Distributive Enterprise Proposed Business Model Rationale

From Open Source Ecology
Jump to: navigation, search

To accelerate innovation, distribute wealth, not support malgovernance, and defund war, we pursue Extreme Manufacturing enterprises:

  1. House building. Includes production operation of CEB block.
  2. 3D Printing. Includes filament maker, cnc circuit mill, small laser cutter.
  3. CNC Torch Table. Used for building all heavy machines.

The Distributive Enterprise per se, executed via the Extreme Manufactureng


Most companies must organize for structure with the typical business functions: product design, business development, recruiting, operations, manufacturing, accounting, sales, and marketing.

Examples of complex products exist in software - where remote developed one of the most complex products on earth - such as the Linux kernel.

A team must be in place to deliver the various parts of a working business. If we take Linux as an example, the business structure did not come from developers, who were largely programmers. There were companies that began to use the software product, and thus paid for further development. In the linux model, volunteers were able to transition to related jobs as programmers.

The open source model does well for 'engineering' or 'product development' that people like to do for fun. Design and engineering is fundamentally creative work. For distributive enterprise development, we must also include the other aspects: business development, recruiting, operations, manufacturing, accounting, sales, and marketing. Open source assets for all of these aspects must be created.

Business Model[edit]


  • Individuals collaborate on product design, productization, and business development. This is stone soup, with many ingredients. A robust team needs to be created to take care of the numerous aspects of an enterprise, synergistically.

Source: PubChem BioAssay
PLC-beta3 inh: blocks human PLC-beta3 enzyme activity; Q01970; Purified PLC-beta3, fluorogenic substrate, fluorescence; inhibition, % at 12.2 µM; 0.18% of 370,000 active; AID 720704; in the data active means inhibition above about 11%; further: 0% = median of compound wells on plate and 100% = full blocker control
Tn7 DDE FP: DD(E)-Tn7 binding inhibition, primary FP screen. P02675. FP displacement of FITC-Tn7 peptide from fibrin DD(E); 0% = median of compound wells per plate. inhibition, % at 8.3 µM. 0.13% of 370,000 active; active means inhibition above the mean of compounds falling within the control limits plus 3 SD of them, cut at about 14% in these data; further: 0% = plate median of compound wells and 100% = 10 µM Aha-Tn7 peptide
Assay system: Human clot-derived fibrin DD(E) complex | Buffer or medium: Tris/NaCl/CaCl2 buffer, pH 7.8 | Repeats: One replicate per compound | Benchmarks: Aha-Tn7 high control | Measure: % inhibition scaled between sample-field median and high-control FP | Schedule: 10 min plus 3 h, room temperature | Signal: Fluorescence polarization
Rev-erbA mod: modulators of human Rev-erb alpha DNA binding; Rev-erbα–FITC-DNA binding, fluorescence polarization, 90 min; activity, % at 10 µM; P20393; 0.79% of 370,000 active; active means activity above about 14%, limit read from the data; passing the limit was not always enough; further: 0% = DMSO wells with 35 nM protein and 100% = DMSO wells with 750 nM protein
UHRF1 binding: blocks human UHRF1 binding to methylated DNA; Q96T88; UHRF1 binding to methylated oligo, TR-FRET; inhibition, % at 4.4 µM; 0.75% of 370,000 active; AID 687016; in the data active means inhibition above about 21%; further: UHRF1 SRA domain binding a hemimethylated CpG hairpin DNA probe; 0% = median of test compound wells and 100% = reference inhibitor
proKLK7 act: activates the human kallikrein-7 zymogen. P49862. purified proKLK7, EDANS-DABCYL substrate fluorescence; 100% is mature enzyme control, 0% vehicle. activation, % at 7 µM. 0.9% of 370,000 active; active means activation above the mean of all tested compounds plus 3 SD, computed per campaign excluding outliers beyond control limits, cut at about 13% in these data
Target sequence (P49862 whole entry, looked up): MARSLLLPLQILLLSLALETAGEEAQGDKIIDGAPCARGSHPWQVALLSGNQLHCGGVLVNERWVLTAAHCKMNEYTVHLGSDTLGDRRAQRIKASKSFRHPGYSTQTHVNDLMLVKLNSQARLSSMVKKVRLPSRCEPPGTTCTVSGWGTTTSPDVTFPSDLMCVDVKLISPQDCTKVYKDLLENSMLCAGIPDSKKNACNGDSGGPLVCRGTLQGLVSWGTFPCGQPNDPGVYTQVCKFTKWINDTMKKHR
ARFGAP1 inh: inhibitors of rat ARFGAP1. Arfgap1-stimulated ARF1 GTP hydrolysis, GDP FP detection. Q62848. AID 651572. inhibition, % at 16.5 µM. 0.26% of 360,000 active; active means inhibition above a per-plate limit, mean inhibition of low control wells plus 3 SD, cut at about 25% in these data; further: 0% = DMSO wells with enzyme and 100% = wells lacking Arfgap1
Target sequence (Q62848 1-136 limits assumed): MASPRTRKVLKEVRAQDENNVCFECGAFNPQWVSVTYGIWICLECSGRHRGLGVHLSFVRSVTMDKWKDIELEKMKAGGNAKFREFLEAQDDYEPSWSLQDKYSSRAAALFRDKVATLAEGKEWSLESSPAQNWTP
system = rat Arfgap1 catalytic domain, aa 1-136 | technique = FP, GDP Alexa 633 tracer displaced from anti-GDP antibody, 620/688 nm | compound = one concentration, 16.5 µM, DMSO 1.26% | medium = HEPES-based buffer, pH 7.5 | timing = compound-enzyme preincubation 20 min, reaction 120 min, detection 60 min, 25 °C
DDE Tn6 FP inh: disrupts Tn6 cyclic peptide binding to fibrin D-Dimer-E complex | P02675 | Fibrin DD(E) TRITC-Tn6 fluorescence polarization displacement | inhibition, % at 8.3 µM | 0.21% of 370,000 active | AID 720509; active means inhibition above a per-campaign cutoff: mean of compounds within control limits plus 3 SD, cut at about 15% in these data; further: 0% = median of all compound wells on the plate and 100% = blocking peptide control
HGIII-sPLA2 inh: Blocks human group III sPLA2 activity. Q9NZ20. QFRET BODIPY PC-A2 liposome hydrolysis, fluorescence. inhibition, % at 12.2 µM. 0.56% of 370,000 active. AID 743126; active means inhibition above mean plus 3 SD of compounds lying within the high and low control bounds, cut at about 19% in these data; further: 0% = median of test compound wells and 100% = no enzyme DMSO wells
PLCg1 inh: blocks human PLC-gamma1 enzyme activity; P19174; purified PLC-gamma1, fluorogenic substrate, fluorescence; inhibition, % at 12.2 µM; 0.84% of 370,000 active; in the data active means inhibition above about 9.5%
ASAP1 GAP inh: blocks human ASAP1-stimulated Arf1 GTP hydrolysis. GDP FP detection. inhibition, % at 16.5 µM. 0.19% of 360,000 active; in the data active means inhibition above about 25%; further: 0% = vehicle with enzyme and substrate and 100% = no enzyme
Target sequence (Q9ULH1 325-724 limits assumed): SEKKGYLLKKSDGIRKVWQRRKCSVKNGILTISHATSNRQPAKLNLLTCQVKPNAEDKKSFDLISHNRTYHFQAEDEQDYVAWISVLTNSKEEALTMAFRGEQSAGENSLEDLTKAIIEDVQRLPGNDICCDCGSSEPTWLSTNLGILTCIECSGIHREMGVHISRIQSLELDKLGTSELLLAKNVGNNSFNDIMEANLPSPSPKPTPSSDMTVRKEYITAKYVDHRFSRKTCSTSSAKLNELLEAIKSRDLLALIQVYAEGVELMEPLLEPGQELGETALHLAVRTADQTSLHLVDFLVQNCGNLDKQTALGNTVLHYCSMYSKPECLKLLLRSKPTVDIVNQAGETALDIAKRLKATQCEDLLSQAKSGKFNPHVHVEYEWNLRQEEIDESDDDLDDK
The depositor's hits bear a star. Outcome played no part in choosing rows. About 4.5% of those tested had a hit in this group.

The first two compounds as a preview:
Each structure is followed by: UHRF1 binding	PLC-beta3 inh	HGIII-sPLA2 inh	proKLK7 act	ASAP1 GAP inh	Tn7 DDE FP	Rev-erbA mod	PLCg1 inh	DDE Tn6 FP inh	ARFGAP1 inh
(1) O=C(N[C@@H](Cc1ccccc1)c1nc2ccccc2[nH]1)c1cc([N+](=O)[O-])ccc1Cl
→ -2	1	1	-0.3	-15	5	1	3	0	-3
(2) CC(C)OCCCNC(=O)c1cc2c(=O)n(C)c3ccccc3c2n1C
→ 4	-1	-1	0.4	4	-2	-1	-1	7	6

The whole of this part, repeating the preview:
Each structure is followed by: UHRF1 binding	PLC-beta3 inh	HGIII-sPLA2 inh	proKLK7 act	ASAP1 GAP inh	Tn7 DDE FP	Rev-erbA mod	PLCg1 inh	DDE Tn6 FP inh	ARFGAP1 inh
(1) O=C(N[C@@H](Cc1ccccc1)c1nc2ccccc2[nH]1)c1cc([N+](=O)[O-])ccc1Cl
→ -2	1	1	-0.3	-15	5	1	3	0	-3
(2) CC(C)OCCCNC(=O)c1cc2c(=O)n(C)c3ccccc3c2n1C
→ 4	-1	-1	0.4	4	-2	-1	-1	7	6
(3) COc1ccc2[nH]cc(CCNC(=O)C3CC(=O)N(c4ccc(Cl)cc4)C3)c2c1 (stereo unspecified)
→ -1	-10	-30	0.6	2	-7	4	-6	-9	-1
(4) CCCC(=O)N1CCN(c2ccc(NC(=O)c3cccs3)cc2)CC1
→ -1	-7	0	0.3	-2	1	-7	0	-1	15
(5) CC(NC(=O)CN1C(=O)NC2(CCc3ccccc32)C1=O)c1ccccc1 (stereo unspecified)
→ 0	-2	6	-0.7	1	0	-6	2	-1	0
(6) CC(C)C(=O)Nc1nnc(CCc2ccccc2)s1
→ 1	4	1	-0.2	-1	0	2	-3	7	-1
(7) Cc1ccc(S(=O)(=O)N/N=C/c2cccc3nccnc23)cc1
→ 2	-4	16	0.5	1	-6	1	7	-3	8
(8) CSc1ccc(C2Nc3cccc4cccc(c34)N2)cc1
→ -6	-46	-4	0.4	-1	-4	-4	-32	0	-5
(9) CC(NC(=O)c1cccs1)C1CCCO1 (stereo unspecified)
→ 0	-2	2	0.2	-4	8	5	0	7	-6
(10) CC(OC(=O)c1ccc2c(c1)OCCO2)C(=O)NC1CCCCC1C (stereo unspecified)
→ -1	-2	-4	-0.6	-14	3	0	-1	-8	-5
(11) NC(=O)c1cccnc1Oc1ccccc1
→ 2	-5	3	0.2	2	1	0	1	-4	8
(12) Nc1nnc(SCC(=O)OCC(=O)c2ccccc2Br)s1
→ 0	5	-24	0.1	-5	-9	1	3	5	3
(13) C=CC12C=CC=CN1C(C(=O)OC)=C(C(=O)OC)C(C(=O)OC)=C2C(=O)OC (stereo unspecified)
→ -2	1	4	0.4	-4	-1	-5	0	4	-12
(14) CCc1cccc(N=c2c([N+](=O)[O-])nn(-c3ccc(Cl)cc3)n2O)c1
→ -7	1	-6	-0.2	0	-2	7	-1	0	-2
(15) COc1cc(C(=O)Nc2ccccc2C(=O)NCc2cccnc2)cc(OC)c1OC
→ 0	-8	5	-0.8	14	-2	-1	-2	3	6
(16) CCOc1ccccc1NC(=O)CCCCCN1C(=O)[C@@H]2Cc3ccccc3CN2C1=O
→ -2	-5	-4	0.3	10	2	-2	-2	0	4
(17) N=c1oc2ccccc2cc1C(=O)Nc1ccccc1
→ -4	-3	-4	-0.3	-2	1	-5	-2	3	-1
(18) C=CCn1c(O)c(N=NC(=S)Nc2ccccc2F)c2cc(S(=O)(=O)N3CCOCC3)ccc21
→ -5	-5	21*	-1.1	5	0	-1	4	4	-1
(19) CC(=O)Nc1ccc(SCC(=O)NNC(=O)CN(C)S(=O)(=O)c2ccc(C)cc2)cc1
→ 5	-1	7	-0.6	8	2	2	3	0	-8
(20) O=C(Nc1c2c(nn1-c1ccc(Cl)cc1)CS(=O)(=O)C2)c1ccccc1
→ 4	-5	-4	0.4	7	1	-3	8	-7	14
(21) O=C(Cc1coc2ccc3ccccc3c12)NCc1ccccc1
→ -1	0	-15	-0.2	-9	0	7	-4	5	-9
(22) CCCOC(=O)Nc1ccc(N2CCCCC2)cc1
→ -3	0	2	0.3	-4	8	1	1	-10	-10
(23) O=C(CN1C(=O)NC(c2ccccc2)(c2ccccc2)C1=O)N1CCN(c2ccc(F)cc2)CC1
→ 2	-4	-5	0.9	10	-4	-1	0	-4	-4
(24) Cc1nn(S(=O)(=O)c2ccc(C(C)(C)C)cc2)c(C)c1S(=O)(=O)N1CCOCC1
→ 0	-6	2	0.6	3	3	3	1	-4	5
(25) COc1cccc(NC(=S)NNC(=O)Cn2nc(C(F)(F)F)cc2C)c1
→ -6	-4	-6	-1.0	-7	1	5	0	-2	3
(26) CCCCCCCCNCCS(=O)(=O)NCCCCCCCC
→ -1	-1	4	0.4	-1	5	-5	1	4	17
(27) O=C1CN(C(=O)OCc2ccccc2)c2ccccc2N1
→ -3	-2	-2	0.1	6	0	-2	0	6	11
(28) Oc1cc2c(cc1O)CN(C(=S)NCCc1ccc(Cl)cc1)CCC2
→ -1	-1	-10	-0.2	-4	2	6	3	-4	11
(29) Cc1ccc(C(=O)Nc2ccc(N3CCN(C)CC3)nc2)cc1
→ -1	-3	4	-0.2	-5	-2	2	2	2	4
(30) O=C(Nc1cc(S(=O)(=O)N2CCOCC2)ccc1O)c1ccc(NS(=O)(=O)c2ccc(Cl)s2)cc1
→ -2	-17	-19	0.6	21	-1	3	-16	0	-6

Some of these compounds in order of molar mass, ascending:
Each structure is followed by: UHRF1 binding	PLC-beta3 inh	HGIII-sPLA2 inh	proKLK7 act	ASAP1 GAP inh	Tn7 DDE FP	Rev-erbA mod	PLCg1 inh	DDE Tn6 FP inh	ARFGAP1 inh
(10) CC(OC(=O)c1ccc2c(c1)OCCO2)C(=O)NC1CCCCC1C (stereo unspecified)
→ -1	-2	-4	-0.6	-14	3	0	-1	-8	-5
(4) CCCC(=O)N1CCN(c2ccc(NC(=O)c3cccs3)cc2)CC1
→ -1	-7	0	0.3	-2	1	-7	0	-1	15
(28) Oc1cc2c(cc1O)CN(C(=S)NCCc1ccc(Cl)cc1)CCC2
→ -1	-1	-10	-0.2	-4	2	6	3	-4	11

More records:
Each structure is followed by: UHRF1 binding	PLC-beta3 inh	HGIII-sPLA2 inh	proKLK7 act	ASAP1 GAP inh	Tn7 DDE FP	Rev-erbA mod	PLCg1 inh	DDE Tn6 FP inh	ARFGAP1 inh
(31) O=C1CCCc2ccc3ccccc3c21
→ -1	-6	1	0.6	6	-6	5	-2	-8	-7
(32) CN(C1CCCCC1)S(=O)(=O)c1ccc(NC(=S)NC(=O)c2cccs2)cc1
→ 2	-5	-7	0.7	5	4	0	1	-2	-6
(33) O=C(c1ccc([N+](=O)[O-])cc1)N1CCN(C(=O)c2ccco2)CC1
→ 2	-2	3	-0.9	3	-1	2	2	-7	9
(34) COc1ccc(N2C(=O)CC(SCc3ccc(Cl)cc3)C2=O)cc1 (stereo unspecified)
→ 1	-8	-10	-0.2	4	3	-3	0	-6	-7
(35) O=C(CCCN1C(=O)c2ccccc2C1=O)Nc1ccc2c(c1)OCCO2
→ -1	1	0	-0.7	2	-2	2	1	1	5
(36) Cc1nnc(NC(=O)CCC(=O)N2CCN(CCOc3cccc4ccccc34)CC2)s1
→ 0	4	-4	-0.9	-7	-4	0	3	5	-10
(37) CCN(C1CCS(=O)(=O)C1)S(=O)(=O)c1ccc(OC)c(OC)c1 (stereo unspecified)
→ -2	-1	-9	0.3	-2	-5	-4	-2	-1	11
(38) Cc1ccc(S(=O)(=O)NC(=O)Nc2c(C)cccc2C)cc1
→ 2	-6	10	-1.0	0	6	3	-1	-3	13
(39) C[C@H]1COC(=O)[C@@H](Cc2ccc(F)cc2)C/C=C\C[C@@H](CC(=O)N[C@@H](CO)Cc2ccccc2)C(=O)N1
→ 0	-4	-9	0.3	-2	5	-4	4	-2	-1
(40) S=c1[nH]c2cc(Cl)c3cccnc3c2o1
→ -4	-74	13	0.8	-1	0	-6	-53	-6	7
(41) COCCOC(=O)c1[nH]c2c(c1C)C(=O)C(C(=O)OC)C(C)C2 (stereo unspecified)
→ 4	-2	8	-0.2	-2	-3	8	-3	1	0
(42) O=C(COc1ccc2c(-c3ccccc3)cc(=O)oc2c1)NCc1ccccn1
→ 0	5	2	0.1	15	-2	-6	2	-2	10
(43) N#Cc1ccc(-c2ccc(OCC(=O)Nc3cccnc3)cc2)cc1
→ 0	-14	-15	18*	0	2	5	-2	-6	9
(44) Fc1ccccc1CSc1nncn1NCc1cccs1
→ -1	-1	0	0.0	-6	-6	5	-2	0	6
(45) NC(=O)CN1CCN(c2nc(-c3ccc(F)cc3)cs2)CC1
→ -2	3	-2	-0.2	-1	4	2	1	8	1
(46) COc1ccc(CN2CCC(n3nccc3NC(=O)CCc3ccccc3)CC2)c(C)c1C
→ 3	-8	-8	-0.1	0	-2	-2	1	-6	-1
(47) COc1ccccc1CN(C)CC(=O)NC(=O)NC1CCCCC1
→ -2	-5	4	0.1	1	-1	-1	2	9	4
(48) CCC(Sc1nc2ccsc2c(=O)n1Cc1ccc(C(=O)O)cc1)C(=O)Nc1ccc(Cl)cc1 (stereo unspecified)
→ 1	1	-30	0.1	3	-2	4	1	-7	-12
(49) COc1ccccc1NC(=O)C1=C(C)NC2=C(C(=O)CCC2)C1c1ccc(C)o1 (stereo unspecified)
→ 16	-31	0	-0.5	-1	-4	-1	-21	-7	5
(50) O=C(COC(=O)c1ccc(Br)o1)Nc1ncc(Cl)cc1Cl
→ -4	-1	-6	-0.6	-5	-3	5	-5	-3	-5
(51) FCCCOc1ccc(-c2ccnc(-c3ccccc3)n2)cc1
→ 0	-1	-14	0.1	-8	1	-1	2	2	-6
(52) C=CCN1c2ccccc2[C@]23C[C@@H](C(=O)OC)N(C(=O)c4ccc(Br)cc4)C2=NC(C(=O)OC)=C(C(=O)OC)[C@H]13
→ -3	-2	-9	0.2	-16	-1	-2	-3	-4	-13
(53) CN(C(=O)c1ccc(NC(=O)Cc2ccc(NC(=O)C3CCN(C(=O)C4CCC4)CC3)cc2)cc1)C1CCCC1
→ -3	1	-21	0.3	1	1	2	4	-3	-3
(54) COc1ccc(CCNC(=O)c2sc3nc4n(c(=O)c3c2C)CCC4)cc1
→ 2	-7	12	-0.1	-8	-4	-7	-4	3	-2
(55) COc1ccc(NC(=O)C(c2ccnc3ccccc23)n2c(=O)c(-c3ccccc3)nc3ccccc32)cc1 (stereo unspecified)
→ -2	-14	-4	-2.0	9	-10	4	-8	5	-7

• Lifestyle investment for reducing the cost of living via prosumership and production. We learn to produce to reinvent local economies.
  • End game is tipping point of 6% of the economy. That makes a few trillion dollars.
  • Modular assets are produced for a wide range of revenue streams. This can capture the interest of many people, from book writers, to programmers, to designers, to builders, to philosophers.


  • Local, distributed economy creation - to the tune of 50 trillion in basic needs. We take personal responsibility to produce for our economies, as radical efficiency makes it more benign than centralized production.
  • Zero Marginal Cost Efficiency. It is generally accepted that in order to transform the economy to open source, efficiency must be obtained. Ie, participants are ok with a for-benefit mindset rather than a for-profit mindset.
  • Individuals are willing to generate revenue from the products (financial feedback loops). This incentivizes stakeholdership for high retention.
  • Inclusion produces a positive feedback loop, not a negative one. Freeloader dilemma is addressed by work being transformative in terms of eliminating war and poverty, so it's good. Only developers have priority access to rival goods (such as time or products), even though non-rival goods are openly accessible.
  • We choose large market, common items. Housing, cars, food, etc. based on Cost of Living.